# ($$\epsilon$$,$$\delta$$)-Differential Privacy#

## In brief#

A relaxed version of Differential Privacy, named ($$\epsilon$$,$$\delta$$)-Differential Privacy, allows a little privacy loss ($$\delta$$) due to a variation in the output distribution for the privacy mechanism.

## More in Detail#

### Relaxing $$\epsilon$$-Differential Privacy#

The ($$\epsilon$$,$$\delta$$)-differential privacy model is a common relaxation of $$\epsilon$$-differential privacy. Under the $$\epsilon$$-differential privacy model, the probabilities that the function $$\mathtt{f}$$ outputs the same output when computed over neighboring datasets are allowed to diverge up to an $$e^\epsilon$$ factor. The ($$\epsilon$$,$$\delta$$)-differential privacy model additionally tolerates the two probabilities to diverge by a small additional quantity, denoted $$\delta$$.

This leads to revisiting the formal definition of $$\epsilon$$-differential privacy as follows. A random function $$\mathtt{f}$$ with range $$\mathcal{O}$$ satisfies ($$\epsilon$$, $$\delta$$)-differential privacy if and only if for all possible pairs of datasets ($$\mathcal{D}$$, $$\mathcal{D}'$$) such that $$\mathcal{D}'$$ is $$\mathcal{D}$$ with one record more or one record less, and for all $$\mathcal{S} \subseteq \mathcal{O}$$, then it holds that: $$\mathtt{Pr} [ \mathtt{f} ( \mathcal{D} ) \in \mathcal{S} ] \leq e^\mathbf{\epsilon} \times \mathtt{Pr} [ \mathtt{f} ( \mathcal{D}' ) \in \mathcal{S} ] + \delta$$ where $$\epsilon>0$$ and $$\delta \geq 0$$ are the privacy parameters. When $$\delta>0$$, ($$\epsilon$$,$$\delta$$)-differential privacy is also called approximate differential privacy.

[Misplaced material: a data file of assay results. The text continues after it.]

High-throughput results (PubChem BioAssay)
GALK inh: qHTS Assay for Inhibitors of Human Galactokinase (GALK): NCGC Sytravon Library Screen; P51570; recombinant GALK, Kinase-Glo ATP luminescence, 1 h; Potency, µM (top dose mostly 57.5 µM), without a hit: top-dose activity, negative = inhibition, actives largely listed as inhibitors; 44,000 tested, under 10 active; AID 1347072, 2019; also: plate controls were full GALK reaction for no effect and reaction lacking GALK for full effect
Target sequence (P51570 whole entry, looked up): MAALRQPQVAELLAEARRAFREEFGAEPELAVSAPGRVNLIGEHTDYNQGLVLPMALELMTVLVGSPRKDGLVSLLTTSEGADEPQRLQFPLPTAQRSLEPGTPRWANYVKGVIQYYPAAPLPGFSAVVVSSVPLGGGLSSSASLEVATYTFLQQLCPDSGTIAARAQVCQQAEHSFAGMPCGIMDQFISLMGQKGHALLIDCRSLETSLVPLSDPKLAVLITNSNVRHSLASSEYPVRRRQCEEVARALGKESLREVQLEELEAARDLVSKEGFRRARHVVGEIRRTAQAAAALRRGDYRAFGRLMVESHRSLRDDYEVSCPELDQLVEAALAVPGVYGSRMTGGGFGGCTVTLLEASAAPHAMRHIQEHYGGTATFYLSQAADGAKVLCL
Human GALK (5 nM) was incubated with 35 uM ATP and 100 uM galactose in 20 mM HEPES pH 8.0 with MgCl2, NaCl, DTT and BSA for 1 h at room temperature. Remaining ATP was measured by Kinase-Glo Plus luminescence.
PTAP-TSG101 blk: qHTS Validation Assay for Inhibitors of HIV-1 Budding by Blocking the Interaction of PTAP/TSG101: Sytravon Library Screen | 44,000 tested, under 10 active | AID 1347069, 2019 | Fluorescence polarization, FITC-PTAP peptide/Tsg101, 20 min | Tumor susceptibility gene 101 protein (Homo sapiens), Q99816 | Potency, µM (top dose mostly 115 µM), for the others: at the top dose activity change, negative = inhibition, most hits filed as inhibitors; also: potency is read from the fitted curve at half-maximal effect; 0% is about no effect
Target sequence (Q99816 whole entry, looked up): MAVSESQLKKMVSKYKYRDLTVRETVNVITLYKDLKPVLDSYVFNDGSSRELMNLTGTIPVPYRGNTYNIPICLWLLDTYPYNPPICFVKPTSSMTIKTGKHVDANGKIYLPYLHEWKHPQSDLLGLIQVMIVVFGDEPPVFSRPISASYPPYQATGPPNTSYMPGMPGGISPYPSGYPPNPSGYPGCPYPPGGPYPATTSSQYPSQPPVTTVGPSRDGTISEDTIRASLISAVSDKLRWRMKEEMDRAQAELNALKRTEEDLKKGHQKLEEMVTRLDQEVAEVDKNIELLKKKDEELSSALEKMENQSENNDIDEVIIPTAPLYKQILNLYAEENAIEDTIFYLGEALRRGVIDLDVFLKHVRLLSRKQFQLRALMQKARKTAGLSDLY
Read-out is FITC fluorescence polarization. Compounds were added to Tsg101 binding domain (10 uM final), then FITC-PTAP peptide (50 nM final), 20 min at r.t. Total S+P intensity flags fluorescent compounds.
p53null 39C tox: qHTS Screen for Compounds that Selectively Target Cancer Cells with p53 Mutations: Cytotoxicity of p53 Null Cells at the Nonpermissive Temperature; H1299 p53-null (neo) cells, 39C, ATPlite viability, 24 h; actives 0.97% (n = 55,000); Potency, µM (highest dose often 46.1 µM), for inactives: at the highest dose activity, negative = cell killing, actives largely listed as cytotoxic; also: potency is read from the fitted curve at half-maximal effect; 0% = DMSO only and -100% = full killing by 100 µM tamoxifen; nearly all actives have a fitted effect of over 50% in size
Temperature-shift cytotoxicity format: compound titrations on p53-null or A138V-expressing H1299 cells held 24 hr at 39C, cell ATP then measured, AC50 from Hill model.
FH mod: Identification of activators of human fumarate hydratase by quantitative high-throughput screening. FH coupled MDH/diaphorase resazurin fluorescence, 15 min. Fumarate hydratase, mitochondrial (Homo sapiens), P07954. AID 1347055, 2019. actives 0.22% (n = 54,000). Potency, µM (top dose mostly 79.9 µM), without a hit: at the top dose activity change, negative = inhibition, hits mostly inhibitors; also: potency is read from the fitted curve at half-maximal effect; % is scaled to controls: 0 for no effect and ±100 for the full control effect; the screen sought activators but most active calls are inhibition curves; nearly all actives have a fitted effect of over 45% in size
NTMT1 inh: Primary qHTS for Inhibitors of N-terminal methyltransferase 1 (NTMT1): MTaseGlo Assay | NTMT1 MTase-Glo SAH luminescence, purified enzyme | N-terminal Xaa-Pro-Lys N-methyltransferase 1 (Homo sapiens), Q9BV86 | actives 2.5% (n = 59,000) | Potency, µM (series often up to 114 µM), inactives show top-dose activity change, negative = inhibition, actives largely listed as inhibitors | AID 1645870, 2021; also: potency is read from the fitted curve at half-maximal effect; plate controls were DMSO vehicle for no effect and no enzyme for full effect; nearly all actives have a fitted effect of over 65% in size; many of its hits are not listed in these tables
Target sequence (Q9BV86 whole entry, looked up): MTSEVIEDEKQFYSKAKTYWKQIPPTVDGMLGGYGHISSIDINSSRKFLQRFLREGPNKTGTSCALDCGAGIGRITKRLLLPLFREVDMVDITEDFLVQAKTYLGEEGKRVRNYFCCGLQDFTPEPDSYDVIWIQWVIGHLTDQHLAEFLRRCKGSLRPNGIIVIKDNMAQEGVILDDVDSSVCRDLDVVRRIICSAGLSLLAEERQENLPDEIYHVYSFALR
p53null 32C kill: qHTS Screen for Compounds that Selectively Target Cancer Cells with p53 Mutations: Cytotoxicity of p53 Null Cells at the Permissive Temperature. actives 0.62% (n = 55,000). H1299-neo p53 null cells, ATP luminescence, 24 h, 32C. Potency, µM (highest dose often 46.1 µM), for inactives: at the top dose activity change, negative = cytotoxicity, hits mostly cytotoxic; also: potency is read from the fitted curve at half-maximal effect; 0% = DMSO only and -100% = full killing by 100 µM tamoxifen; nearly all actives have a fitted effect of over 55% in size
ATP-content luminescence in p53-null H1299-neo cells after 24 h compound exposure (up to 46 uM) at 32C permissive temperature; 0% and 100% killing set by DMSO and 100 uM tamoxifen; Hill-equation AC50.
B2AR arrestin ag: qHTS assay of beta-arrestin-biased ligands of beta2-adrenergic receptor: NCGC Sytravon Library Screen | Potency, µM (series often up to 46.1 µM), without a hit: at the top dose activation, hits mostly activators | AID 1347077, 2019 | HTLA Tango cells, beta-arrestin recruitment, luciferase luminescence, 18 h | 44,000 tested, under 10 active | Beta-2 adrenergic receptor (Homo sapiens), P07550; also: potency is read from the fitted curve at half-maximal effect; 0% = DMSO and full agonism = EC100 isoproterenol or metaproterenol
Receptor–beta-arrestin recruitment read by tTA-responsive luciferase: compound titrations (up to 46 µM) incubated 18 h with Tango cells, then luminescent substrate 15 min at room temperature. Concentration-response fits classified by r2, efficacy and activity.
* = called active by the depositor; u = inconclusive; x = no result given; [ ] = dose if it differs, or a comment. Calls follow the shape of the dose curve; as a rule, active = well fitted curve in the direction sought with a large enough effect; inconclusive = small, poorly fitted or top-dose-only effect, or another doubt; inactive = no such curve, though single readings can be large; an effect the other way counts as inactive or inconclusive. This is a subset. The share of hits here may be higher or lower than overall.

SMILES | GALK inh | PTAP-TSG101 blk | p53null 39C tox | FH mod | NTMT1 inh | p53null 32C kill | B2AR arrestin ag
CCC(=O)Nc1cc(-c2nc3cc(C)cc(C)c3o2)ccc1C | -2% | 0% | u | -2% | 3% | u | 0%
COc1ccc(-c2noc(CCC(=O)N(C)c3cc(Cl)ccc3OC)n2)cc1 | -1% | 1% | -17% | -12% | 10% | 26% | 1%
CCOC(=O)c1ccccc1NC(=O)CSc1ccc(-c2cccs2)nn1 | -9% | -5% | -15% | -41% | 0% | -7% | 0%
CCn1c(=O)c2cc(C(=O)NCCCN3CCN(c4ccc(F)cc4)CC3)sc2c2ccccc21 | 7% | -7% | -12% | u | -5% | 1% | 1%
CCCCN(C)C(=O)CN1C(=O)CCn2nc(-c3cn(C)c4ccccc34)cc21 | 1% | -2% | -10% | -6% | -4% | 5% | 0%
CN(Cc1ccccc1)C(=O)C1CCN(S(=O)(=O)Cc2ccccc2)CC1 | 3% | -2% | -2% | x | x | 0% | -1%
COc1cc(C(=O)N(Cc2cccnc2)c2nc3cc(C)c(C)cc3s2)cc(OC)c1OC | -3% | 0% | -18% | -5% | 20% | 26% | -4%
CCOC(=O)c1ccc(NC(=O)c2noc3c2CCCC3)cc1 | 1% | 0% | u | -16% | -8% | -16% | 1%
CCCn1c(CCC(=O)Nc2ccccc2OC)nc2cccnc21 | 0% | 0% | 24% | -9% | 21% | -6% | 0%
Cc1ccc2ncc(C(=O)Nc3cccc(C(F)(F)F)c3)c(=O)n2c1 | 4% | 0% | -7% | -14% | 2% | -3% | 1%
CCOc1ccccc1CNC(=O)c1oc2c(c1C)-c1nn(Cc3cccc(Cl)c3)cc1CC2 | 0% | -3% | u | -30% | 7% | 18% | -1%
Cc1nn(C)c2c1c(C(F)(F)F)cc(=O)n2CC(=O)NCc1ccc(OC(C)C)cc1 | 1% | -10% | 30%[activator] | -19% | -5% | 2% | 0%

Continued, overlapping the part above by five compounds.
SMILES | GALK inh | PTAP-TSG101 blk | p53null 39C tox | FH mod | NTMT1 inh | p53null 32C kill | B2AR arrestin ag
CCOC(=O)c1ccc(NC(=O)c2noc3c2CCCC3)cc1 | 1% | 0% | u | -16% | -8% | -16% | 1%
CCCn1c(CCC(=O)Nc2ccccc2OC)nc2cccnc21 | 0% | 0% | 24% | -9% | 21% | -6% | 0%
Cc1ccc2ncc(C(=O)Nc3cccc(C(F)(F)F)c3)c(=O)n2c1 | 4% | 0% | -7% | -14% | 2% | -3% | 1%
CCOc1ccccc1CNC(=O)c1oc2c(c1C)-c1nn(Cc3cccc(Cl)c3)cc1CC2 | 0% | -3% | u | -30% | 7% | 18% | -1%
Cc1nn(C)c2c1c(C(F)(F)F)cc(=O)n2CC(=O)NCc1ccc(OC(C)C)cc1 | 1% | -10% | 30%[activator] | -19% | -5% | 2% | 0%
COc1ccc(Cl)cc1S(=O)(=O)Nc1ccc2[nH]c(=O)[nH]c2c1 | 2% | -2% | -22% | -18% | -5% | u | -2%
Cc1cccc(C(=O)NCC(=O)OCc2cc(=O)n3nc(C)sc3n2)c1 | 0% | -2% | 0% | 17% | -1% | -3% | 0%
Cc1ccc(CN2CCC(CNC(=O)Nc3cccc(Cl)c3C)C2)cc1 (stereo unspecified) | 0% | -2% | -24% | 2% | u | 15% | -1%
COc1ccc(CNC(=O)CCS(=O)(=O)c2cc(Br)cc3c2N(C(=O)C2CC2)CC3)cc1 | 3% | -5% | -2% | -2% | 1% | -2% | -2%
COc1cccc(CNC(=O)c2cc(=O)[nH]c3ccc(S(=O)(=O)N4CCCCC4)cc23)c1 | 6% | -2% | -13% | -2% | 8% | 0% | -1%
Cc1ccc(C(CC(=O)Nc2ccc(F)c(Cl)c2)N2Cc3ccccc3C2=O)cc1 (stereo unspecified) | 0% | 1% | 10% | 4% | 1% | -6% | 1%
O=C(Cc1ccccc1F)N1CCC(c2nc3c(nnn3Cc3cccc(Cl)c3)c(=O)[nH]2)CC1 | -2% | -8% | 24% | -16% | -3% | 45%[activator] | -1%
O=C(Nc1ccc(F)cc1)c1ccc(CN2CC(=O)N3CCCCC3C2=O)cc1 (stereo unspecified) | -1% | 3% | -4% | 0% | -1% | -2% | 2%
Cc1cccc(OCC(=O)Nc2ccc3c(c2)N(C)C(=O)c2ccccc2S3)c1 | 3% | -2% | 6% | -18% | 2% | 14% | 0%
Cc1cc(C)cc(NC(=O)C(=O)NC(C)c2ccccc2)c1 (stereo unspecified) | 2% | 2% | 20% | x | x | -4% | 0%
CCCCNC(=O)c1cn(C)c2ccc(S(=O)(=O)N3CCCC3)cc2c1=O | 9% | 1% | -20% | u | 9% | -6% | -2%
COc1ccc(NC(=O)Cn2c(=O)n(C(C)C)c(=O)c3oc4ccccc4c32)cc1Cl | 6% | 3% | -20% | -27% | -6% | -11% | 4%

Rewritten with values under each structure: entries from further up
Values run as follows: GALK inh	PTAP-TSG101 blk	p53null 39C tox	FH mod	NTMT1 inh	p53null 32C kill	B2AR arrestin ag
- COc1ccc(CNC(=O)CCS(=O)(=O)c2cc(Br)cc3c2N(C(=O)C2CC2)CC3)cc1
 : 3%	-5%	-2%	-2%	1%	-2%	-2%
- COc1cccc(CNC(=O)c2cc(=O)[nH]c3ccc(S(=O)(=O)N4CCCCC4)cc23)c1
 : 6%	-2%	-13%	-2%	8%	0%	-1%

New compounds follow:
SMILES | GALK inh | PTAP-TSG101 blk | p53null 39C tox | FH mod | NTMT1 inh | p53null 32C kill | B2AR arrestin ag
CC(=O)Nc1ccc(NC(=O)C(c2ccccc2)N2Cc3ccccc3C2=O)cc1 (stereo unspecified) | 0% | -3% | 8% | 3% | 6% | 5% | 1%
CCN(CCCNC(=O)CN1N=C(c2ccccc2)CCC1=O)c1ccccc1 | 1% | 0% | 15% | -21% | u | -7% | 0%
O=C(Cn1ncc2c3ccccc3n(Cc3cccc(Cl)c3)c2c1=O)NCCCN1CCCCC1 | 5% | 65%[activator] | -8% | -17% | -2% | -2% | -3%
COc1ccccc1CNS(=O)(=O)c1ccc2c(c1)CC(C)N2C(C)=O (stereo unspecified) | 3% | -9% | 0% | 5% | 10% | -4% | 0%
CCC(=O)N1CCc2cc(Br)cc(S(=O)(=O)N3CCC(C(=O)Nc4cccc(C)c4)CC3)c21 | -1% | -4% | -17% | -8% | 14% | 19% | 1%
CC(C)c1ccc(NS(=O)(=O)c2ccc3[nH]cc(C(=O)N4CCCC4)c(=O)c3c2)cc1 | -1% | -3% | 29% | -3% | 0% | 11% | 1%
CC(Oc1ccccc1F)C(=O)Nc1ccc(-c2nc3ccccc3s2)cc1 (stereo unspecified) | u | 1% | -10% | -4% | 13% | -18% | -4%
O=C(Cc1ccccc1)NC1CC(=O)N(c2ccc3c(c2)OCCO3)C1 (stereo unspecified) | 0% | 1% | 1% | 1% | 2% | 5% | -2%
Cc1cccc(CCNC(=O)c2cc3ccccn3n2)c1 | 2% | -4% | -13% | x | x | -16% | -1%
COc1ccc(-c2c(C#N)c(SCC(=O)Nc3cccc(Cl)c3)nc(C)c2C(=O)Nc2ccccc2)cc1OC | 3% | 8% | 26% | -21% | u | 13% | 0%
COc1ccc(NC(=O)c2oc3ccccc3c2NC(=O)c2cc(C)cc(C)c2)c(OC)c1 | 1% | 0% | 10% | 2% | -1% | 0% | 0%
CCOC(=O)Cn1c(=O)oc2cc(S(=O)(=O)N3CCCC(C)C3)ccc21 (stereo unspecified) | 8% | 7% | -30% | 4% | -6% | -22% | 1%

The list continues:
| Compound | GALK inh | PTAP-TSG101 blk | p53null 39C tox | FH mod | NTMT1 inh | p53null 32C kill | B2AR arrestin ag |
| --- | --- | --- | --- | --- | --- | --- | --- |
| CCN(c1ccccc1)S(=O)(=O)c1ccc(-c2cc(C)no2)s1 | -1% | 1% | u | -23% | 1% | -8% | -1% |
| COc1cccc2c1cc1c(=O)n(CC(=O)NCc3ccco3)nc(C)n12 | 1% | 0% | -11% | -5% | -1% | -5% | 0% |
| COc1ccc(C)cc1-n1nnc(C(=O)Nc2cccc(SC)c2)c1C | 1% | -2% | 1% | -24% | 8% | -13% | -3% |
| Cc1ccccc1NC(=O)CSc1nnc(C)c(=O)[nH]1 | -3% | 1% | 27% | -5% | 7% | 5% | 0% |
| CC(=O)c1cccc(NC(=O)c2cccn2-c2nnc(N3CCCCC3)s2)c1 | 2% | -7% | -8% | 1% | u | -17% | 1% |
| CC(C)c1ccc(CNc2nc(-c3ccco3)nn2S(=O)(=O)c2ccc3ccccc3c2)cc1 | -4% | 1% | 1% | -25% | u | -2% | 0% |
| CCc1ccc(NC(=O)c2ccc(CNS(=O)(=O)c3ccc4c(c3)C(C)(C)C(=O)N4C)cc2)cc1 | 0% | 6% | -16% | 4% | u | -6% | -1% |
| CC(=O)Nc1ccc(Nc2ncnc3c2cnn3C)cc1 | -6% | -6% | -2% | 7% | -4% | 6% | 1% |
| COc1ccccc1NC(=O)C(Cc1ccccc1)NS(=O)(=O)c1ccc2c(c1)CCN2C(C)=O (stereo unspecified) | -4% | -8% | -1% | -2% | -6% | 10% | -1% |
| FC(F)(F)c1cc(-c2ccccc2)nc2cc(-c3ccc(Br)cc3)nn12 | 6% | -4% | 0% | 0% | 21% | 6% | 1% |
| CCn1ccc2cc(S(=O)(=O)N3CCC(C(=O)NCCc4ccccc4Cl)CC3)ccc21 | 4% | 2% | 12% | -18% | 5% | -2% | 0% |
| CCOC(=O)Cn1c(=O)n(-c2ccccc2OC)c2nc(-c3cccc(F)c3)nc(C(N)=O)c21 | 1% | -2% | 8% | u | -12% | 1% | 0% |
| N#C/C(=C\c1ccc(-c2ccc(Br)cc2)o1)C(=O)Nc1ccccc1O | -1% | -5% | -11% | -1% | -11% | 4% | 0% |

## Bibliography#

The ($$\epsilon$$,$$\delta$$)-differential privacy model is introduced in  and thoroughly studied in .

1

Cynthia Dwork, Krishnaram Kenthapadi, Frank McSherry, Ilya Mironov, and Moni Naor. Our data, ourselves: privacy via distributed noise generation. In EUROCRYPT. 2006.

2

Sebastian Meiser. Approximate and probabilistic differential privacy definitions. IACR Cryptol. ePrint Arch., 2018:277, 2018.

This entry was written by Tristan Allard.